Concerned about several men who knew they were HIV positive but who elected not to monitor their T-cells, MacIntyre focused his investigation on the ways in which HIV-positive gay men in his own community interpreted their diagnoses and made treatment decisions. The result is a partly autobiographical (MacIntyre tested positive for HIV in 1985 and is as yet asymptomatic) and beautifully written collection of conversations between the author and several articulate, well-educated HIV-positive gay men. Mortal Men uncovers contrasting beliefs on health, illness, and medicine and raises psychological and sociocultural issues that influence medical and lifestyle decisions.The stories in Mortal Men show how several asymptomatic HIV-positive gay men in the early 1990s experienced the ministrations of their doctors and the pronouncements of the press; how these men either took up or resisted the ways in which their friends and community understood the disease and its treatments; how relationships to the health care system-ranging from complete trust to fragile trust to overt distrust or fear-affected treatment decisions. MacIntyre's chronicle preserves the humanity of his subjects and the insights that they developed in response to death. By showing how people construct new meanings for life in the face of death (and the technologies engineered to prevent it), Mortal Men offers new discernment and possibilities for people coping with serious illnesses.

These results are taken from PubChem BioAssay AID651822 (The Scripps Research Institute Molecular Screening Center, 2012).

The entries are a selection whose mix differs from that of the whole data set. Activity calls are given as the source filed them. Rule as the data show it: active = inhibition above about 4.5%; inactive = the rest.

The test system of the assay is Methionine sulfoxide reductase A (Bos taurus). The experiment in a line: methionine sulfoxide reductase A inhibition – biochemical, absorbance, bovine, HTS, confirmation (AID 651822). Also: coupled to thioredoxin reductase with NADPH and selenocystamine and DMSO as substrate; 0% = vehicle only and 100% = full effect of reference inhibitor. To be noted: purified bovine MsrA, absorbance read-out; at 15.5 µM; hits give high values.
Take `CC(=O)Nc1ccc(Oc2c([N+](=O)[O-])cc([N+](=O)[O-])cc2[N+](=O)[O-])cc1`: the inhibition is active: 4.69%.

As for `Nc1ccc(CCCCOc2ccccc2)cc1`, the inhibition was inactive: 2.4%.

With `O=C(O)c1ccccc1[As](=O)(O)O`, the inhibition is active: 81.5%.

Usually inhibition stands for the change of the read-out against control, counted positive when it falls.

HPV infections and their clinical consequences are a major disease burden. This book aims to provide an updated comprehensive summary of the available data in this multidisciplinary field. The different contributing experts, using the most recent information, provide updated in depth reviews on different aspects of HPV infections. The reader will discover how quickly interesting new data has been generated, not only on the immune-biology of this infection, but also on the more clinical aspects like the diagnostic approaches and techniques, the success of primary and secondary prevention, the follow-up in vaccinated cohorts or individuals, and the various treatment options.
The seminal text Plant Virology is now in its fifth edition. It has been 10 years since the publication of the fourth edition, during which there has been an explosion of conceptual and factual advances. The fifth edition of Plant Virology updates and revises many details of the previous edition while retaining the important earlier results that constitute the field's conceptual foundation. Revamped art, along with fully updated references and increased focus on molecular biology, transgenic resistance, aphid transmission, and new, cutting-edge topics, bring the volume up to date and maintain its value as an essential reference for researchers and students in the field. Thumbnail sketches of each genera and family groups Genome maps of all genera for which they are known Genetic engineered resistance strategies for virus disease control Latest understanding of virus interactions with plants, including gene silencing Interactions between viruses and insect, fungal, and nematode vectors Contains over 300 full-color illustrations